• When Is a Non-Recourse Loan Fully Recourse?: Insolvency as a Full-Recourse Trigger in Non-Recourse Lending
  • February 29, 2012 | Author: John R. Rutledge
  • Law Firm: Miles & Stockbridge P.C. - Baltimore Office
  • A recent decision by the Michigan Court of Appeals could significantly increase the financial risk undertaken by individuals and entities who guarantee the carve-out liabilities often associated with non-recourse loans secured by commercial real estate.  The outcome in Wells Fargo Bank, NA v. Cherryland Mall Limited Partnership, et al., (Mich. App. Dec. 27, 2011) is noteworthy because the court held the guarantor liable for the entire deficiency incurred by the foreclosing lender when it was less than clear that such a result was intended by the parties.

    Under certain conditions, lenders may be willing to limit their recourse following a default to the real property pledged as collateral for their loans.  A loan characterized by such a limitation is commonly referred to as a "non-recourse loan."

    Generally, lenders willing to make non-recourse loans require (a) that the pledged collateral be isolated from certain external influences (e.g., poor economic performance by other commonly-owned projects), and (b) that the responsible parties not engage in conduct that may impair the ability of the lenders to realize upon their collateral in a timely and cost-effective manner.  The foregoing requirements are reflected in extensive and often inter-related provisions contained in the documents executed in connection with non-recourse loans.

    To achieve the desired asset isolation, non-recourse lenders typically mandate that the borrowing entity (a) own no assets other than the property pledged as collateral for the loan and (b) conduct no business other than the ownership and operation of the pledged property.  To enhance the separation of the borrower’s single asset from outside forces, non-recourse lenders generally require compliance with a long list of additional covenants, including (a) prohibitions against additional indebtedness, certain contracts with related entities, advances to third parties, and the commingling of funds, (b) the maintenance of separate books and records, and (c) the continued existence of the borrower as a separate legal entity.  An entity that satisfies the foregoing requirements is generally referred to as a "special purpose entity" (SPE).

    The concept of carve-out liability has been developed to protect non-recourse lenders against conduct by certain parties that may impair the ability of such lenders to realize upon their collateral following a default.  In particular, the carve-out liability provisions in non-recourse loan documents impose liability on designated parties (generally the borrower and one or more guarantors) upon the occurrence of certain enumerated events.  The specified events that may trigger such liability are often referred to as "bad boy acts" and include, among other things, the violation of prohibited transfer provisions, the misuse of rental income following a default, the misapplication of condemnation or insurance proceeds, and the voluntary bankruptcy of the borrower.  The liability imposed upon the borrower and/or the carve-out guarantor upon the occurrence of a triggering event may be limited to the actual loss incurred by the lender as a result of the designated event, or it may extend to the full amount of the indebtedness.  Generally, liability for the entire indebtedness is reserved for the most egregious acts, such as violations of the prohibited transfer provisions and voluntary bankruptcy.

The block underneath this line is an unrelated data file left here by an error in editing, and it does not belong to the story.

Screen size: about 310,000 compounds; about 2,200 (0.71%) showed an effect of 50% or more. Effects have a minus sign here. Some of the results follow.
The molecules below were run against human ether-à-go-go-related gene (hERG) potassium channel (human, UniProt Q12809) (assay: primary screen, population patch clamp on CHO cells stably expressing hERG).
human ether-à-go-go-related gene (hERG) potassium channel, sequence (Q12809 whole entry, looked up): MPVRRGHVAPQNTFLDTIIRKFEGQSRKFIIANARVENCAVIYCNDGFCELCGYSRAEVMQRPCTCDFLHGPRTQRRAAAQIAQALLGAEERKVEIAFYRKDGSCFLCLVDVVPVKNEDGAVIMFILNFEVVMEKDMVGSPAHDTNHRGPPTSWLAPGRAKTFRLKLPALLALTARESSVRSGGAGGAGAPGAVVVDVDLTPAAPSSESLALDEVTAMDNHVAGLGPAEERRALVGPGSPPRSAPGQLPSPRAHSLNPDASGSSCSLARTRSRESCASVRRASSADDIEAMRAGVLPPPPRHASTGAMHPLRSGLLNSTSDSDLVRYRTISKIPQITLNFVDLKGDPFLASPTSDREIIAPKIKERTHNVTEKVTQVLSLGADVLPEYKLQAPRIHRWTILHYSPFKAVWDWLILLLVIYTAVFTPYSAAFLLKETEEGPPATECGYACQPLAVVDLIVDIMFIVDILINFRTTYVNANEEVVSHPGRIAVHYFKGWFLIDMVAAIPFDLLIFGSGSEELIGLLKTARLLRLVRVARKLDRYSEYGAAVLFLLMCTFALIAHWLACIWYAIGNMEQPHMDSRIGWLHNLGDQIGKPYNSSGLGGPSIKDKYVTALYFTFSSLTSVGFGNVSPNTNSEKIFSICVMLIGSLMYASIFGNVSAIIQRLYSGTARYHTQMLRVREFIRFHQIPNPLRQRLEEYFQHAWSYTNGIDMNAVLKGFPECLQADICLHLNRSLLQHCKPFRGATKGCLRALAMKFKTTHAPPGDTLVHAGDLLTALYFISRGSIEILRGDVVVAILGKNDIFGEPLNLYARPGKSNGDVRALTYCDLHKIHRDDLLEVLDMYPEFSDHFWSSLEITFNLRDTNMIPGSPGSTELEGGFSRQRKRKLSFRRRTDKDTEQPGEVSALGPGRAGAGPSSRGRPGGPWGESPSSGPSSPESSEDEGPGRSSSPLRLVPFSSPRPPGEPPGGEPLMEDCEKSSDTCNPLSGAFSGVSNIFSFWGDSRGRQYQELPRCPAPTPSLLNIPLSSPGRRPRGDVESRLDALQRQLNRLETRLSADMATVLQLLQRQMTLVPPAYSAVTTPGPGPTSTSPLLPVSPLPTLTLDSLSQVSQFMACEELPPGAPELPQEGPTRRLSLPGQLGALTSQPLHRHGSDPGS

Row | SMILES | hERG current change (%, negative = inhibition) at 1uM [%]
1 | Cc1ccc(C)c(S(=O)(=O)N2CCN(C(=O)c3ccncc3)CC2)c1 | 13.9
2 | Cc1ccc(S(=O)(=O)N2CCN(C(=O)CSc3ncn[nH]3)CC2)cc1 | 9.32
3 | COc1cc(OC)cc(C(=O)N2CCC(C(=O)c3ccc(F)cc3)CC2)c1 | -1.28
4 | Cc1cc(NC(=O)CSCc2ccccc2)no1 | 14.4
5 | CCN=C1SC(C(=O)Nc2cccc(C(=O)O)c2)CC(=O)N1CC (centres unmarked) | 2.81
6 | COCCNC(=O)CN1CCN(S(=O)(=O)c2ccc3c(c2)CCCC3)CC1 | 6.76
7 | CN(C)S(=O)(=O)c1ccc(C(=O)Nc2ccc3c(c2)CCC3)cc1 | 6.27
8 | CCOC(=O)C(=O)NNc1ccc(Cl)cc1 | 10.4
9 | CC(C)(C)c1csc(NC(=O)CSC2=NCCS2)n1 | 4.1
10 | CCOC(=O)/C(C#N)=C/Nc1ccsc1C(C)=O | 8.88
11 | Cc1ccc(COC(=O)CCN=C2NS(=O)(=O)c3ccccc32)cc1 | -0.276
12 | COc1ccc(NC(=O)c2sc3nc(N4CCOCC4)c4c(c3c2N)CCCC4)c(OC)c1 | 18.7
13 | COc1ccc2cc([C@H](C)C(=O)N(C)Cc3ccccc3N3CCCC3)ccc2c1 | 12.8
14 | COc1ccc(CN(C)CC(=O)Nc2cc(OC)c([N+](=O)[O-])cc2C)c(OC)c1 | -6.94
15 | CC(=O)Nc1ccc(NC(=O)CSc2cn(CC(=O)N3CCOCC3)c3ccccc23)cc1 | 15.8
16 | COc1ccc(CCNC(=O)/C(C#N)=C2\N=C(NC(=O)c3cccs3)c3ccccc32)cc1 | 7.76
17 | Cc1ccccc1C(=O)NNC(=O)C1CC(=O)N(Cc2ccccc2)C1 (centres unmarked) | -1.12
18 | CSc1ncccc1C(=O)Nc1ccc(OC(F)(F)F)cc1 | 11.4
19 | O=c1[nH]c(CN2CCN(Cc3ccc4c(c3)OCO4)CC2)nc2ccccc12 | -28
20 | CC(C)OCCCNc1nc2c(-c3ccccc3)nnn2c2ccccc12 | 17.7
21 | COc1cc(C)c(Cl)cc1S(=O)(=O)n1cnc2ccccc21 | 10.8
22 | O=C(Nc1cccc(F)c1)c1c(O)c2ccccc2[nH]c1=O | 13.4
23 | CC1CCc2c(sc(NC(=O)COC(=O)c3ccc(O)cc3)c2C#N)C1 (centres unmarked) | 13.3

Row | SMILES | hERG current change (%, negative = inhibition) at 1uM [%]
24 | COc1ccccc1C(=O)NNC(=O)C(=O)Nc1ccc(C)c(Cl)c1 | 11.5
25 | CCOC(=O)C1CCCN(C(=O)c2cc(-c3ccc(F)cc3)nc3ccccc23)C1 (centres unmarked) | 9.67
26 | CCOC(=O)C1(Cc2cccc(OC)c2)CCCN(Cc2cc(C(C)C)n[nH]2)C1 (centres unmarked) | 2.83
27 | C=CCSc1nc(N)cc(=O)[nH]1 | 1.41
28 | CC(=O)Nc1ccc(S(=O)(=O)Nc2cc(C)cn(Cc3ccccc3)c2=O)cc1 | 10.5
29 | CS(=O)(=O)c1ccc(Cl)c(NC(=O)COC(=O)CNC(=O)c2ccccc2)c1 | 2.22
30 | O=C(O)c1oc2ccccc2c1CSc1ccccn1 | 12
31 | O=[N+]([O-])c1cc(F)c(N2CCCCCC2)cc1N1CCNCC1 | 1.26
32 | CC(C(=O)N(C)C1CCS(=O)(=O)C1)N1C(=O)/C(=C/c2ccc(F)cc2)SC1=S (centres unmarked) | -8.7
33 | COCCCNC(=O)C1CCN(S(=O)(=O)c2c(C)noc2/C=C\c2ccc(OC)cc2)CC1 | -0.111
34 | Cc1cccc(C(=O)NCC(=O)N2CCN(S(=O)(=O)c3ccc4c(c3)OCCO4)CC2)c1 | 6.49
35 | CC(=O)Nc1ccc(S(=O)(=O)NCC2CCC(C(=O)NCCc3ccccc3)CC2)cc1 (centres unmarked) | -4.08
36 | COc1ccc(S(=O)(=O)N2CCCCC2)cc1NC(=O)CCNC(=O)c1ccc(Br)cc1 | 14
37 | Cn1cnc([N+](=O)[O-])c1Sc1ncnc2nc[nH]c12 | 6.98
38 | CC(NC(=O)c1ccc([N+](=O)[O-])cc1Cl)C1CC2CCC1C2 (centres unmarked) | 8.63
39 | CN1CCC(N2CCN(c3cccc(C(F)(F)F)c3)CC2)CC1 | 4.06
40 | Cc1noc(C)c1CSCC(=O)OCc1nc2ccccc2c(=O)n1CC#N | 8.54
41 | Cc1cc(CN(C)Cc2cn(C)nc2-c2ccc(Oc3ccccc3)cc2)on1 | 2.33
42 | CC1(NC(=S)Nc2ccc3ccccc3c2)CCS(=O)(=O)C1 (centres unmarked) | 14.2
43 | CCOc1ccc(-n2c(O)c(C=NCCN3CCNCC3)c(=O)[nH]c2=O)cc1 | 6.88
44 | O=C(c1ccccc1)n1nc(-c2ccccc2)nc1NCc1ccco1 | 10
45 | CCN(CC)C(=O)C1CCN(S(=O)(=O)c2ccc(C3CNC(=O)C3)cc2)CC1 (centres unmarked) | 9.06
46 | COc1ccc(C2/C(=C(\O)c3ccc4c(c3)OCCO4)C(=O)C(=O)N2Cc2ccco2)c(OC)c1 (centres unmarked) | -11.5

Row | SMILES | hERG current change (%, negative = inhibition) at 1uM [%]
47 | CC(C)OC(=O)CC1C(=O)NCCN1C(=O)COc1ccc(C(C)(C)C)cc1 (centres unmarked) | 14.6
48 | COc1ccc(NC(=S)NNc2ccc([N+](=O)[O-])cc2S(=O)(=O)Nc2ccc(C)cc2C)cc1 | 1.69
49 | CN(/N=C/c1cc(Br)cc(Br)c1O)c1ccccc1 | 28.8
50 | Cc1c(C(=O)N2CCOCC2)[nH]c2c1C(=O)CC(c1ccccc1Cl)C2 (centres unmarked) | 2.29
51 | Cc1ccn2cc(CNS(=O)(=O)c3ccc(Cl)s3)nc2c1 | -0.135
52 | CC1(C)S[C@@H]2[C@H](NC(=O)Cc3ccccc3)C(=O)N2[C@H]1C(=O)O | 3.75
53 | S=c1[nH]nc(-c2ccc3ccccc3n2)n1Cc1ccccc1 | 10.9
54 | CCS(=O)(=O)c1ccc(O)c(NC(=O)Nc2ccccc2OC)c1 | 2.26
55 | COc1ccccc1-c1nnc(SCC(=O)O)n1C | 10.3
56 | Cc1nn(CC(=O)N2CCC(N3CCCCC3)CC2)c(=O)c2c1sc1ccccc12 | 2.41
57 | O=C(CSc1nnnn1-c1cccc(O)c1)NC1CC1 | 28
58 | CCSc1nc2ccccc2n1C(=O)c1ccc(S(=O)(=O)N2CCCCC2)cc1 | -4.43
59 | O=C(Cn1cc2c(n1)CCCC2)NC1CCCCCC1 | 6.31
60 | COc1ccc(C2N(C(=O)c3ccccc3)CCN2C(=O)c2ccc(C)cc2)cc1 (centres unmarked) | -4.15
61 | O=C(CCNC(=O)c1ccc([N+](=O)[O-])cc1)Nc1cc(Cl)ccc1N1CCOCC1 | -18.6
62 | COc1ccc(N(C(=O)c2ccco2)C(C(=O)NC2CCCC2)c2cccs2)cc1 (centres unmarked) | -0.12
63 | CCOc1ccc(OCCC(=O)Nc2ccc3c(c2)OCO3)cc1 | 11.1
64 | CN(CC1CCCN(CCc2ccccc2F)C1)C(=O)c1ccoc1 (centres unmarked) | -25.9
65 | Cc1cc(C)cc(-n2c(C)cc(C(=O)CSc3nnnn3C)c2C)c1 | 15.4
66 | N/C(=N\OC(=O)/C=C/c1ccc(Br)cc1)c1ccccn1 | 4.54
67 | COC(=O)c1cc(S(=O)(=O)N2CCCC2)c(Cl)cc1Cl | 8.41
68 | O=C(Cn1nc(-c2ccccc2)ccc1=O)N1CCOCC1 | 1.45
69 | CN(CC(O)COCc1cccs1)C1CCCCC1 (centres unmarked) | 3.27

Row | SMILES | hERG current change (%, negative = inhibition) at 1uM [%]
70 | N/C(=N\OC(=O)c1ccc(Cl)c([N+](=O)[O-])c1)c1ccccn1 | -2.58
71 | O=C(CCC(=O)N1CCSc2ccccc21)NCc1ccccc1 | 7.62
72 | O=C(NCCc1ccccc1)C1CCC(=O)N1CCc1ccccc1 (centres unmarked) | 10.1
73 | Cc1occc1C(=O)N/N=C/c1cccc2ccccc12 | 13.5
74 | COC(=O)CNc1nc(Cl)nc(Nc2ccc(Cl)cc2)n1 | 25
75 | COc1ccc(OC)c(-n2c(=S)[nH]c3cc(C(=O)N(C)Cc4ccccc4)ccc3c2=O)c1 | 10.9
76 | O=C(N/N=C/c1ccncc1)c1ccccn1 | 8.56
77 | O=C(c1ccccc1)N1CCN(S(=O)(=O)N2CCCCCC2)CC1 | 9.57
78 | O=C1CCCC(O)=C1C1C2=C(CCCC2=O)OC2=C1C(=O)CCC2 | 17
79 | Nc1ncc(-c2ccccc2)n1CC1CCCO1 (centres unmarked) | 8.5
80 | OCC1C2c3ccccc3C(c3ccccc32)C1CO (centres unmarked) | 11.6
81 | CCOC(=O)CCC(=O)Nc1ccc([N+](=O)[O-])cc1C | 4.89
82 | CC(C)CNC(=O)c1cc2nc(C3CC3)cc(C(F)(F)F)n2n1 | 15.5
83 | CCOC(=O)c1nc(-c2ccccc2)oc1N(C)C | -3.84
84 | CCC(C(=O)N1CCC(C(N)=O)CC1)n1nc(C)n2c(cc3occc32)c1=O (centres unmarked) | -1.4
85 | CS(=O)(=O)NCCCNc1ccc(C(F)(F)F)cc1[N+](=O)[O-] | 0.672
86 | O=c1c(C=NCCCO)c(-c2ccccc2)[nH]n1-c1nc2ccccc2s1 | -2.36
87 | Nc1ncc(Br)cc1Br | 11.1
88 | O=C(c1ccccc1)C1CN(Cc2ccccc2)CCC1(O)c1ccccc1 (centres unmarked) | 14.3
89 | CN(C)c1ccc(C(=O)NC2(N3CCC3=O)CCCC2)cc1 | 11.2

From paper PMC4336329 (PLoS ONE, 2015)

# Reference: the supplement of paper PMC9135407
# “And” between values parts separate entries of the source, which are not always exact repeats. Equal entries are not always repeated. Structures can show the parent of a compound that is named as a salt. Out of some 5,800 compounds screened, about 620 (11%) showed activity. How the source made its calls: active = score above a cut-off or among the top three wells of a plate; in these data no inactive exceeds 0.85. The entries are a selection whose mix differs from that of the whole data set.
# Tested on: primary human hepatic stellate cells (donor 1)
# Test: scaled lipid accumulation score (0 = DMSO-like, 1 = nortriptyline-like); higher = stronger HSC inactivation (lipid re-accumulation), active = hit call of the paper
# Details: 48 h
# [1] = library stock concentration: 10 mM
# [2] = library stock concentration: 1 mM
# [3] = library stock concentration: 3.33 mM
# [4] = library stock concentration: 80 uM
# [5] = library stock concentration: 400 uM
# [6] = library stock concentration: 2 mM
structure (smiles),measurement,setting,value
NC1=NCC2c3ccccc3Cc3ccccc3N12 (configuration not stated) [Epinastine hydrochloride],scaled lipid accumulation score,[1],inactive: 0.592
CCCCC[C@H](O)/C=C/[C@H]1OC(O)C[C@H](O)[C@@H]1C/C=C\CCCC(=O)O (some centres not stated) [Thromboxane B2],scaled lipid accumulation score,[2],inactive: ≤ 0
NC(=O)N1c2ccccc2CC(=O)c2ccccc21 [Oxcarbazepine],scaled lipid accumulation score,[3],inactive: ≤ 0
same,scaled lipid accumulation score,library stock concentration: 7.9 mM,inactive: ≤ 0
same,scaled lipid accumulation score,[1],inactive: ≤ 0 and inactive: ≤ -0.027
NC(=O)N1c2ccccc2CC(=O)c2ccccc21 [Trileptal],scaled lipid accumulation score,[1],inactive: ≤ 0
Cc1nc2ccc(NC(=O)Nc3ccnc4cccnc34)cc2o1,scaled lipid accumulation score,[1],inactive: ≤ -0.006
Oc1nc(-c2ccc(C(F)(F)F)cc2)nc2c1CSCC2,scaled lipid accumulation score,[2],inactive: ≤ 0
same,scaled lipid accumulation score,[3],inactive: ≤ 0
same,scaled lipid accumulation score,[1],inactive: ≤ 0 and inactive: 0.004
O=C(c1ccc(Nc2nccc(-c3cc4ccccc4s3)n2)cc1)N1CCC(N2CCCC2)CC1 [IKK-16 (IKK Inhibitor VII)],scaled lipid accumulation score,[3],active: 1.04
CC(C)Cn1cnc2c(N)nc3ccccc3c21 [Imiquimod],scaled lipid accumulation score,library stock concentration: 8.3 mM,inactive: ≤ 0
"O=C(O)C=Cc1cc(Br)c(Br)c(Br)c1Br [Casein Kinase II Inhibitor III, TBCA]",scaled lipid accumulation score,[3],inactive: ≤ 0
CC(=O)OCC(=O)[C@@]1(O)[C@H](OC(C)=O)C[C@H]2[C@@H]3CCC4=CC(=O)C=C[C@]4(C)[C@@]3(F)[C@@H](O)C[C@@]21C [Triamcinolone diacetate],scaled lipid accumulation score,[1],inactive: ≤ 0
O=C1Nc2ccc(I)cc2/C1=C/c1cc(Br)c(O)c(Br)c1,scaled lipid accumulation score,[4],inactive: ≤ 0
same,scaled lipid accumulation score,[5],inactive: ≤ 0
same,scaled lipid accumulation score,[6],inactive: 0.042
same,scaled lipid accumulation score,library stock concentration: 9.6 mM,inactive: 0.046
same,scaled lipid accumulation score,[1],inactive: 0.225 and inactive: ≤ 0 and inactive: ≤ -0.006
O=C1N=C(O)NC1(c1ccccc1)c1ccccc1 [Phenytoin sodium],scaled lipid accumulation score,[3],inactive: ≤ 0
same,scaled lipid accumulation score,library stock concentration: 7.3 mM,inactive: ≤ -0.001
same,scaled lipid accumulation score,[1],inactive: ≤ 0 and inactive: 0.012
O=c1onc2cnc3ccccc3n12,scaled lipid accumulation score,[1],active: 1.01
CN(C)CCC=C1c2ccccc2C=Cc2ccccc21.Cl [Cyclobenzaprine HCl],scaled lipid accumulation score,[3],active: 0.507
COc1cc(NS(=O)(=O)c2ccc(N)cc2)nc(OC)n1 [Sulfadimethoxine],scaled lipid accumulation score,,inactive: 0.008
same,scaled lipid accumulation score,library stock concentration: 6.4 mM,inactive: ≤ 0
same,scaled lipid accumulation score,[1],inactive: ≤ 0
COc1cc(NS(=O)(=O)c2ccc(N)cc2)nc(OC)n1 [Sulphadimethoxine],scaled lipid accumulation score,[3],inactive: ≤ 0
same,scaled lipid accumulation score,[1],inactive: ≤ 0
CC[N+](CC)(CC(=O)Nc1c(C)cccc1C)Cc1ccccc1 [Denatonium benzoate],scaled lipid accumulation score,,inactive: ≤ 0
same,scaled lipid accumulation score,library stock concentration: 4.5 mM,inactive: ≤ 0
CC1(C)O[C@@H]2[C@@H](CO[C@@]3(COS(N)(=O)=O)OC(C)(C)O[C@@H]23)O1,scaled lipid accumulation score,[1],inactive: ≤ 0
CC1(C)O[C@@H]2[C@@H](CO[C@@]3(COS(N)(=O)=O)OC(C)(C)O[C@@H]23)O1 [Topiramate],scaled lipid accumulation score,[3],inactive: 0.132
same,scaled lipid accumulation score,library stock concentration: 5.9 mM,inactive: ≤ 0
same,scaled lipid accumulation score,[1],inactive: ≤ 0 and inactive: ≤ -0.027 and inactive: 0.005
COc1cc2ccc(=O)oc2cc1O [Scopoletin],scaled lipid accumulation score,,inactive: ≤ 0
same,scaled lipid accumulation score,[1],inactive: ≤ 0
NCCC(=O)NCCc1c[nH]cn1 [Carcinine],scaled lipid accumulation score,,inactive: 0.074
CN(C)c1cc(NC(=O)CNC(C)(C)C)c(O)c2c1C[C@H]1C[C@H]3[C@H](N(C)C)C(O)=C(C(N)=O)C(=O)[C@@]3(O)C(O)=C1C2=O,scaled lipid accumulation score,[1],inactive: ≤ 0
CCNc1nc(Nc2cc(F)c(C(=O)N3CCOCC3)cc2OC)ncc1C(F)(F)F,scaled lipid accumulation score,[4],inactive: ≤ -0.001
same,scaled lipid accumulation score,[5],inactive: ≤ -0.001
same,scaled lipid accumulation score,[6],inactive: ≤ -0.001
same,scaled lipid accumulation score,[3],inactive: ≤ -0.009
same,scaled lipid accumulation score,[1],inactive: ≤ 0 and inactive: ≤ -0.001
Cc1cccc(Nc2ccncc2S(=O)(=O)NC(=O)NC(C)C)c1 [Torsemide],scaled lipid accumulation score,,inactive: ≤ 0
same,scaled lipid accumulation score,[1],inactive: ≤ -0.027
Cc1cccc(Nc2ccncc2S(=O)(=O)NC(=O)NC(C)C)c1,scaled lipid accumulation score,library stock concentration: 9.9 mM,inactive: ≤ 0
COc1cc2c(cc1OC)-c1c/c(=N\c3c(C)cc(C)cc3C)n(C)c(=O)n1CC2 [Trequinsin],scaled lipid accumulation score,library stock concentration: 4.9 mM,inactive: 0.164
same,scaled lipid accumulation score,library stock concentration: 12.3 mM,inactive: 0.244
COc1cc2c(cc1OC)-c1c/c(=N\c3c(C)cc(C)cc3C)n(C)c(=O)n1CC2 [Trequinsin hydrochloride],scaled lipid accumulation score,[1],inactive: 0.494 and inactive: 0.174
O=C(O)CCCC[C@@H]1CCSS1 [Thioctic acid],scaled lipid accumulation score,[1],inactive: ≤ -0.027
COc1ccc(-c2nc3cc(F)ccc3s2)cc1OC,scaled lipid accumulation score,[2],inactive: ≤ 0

The carve-out liability language in the Cherryland loan documents provided that the indebtedness “shall be fully recourse to Borrower [and, therefore, the guarantor] in the event that Borrower fails to maintain its status as a single purpose entity as required by...the Mortgage.”  Furthermore, the section of the Cherryland mortgage entitled “Single Purpose Entity/Separateness” included a covenant pursuant to which the borrower agreed to “remain solvent and...pay its debts and liabilities...from its assets as they shall become due.”  The Cherryland court agreed with the lower court’s decision that the borrower’s failure to remain solvent ... a fact that was not disputed by the parties - breached its covenant to maintain its status as an SPE and that such failure triggered the full recourse provision of the loan documents.  At the same time, the Cherryland court acknowledged that its decision “seems incongruent with the perceived nature of a non-recourse debt.”

    In conclusion, a non-recourse loan may impose full recourse liability on the borrower and the carve-out guarantors if the documentation (a) requires the borrower to remain solvent, and (b) includes a violation of the solvency requirement as a triggering event resulting in full recourse for the entire indebtedness.  In today’s business environment, it is not unreasonable to conclude that a single-asset borrower in serious payment default under its mortgage debt is likely to be insolvent.  Such a conclusion is almost inescapable if insolvency is determined by the borrower’s inability to pay its debts as they become due.  Borrowers and lenders must pay particular attention to the interaction between the carve-out liability provisions and the SPE requirements set forth in their loan documents.  Failure to do so may produce unexpected results.  As the Cherryland court stated, “It is not the job of this Court to save litigants from their bad bargains or their failure to read and understand the terms of a contract.”